TY - JOUR

T1 - A unified approach to study hypervariable polymorphisms

T2 - statistical considerations of determining relatedness and population distances.

AU - Chakraborty, R.

AU - Jin, L.

N1 - Copyright:
This record is sourced from MEDLINE/PubMed, a database of the U.S. National Library of Medicine

PY - 1993

Y1 - 1993

N2 - Relatedness between individuals as well as evolutionary relationships between populations can be studied by comparing genotypic similarities between individuals. When hypervariable loci are used to describe genotypes, it is shown that both of these problems can be approached with a unified theory based on allele sharing between individuals. The distributions of the number of shared alleles between individuals indicate their kin relationships. Extending this, we obtain statistics for genetic distances between populations based on average number of alleles shared between individuals within and between two different populations. Traditional statistical inferential procedure can be used to establish specific kinship relationships between individuals. We derive estimates of the number of hypervariable loci needed for a specified reliability of such an inference. Evolutionary dynamics of genetic distance statistics based on allele sharing is also studied. It shows that such measures of genetic distances remain linear with the time of divergence for a period comparable to that of the gene frequency-based measures of genetic distances. Statistical properties of measures based on allele sharing establish that for using such summary statistics it is not necessary to know the full characteristics of all loci used. It is enough to know the degree of heterozygosity per locus and the number of loci. Therefore, in principle, this approach can also be used for DNA fingerprinting data in the studies of relatedness between individuals as well as between populations. The possible compromising features of multilocus DNA fingerprinting data are also discussed.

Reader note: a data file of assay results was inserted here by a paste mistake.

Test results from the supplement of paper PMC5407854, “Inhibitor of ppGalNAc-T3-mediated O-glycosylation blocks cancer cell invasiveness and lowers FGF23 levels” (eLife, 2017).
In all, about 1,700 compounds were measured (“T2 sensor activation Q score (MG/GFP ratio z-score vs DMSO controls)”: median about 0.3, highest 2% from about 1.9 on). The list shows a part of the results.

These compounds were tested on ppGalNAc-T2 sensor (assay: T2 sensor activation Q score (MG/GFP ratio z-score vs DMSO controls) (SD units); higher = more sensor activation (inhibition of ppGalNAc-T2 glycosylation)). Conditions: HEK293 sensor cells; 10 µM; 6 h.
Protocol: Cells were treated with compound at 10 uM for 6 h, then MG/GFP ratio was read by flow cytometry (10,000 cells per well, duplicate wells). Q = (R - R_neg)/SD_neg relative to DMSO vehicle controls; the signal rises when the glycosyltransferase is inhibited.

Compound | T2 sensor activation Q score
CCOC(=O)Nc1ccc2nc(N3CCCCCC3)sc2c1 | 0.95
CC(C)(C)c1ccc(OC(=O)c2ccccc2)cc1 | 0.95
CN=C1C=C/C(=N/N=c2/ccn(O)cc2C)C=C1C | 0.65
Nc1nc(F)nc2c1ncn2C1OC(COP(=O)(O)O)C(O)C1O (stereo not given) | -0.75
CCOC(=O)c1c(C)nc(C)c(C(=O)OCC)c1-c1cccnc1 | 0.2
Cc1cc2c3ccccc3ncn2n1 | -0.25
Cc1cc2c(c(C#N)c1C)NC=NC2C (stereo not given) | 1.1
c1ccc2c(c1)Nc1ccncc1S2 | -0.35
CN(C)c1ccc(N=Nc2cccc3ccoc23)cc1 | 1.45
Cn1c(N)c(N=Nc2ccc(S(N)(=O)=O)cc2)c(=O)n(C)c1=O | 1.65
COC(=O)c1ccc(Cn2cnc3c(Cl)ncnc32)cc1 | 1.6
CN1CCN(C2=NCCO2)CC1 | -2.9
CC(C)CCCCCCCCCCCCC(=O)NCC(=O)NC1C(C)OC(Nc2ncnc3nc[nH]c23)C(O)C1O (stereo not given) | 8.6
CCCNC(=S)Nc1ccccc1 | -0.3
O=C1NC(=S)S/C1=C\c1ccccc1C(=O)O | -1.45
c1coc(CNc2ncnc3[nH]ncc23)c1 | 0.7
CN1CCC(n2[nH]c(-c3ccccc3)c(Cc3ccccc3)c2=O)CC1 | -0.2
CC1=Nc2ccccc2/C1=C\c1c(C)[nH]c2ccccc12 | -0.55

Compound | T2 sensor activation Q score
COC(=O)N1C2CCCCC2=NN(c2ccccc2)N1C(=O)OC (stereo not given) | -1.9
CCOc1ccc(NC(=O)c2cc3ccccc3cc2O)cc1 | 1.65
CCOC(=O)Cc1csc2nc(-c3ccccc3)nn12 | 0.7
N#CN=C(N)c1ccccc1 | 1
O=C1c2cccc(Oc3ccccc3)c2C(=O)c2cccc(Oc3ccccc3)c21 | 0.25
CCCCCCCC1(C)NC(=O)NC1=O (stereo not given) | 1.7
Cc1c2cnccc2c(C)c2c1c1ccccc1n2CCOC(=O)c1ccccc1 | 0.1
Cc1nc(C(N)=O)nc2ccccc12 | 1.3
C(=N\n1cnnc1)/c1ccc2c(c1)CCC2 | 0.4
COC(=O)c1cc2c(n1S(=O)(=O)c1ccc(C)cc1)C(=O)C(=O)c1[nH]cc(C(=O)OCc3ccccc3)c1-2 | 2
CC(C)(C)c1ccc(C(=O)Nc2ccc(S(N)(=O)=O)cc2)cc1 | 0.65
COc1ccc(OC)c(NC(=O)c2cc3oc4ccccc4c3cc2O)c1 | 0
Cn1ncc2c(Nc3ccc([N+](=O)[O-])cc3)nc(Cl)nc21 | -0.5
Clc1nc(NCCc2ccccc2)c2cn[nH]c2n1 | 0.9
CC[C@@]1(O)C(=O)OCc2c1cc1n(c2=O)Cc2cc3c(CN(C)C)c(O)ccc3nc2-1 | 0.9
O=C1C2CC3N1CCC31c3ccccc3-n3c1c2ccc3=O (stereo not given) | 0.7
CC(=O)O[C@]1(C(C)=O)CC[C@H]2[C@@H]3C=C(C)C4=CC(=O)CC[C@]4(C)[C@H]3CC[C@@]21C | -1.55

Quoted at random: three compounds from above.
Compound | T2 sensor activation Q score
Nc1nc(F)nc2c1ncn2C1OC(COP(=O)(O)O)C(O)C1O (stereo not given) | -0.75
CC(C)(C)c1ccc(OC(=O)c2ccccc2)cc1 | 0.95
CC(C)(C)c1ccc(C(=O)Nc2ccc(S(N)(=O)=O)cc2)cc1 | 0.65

AB - Relatedness between individuals as well as evolutionary relationships between populations can be studied by comparing genotypic similarities between individuals. When hypervariable loci are used to describe genotypes, it is shown that both of these problems can be approached with a unified theory based on allele sharing between individuals. The distributions of the number of shared alleles between individuals indicate their kin relationships. Extending this, we obtain statistics for genetic distances between populations based on average number of alleles shared between individuals within and between two different populations. Traditional statistical inferential procedure can be used to establish specific kinship relationships between individuals. We derive estimates of the number of hypervariable loci needed for a specified reliability of such an inference. Evolutionary dynamics of genetic distance statistics based on allele sharing is also studied. It shows that such measures of genetic distances remain linear with the time of divergence for a period comparable to that of the gene frequency-based measures of genetic distances. Statistical properties of measures based on allele sharing establish that for using such summary statistics it is not necessary to know the full characteristics of all loci used. It is enough to know the degree of heterozygosity per locus and the number of loci. Therefore, in principle, this approach can also be used for DNA fingerprinting data in the studies of relatedness between individuals as well as between populations. The possible compromising features of multilocus DNA fingerprinting data are also discussed.

UR - http://www.scopus.com/inward/record.url?scp=0027351936&partnerID=8YFLogxK

U2 - 10.1007/978-3-0348-8583-6_14

DO - 10.1007/978-3-0348-8583-6_14

M3 - Review article

C2 - 8400687

AN - SCOPUS:0027351936

VL - 67

SP - 153

EP - 175

JO - EXS

JF - EXS

SN - 1023-294X

ER -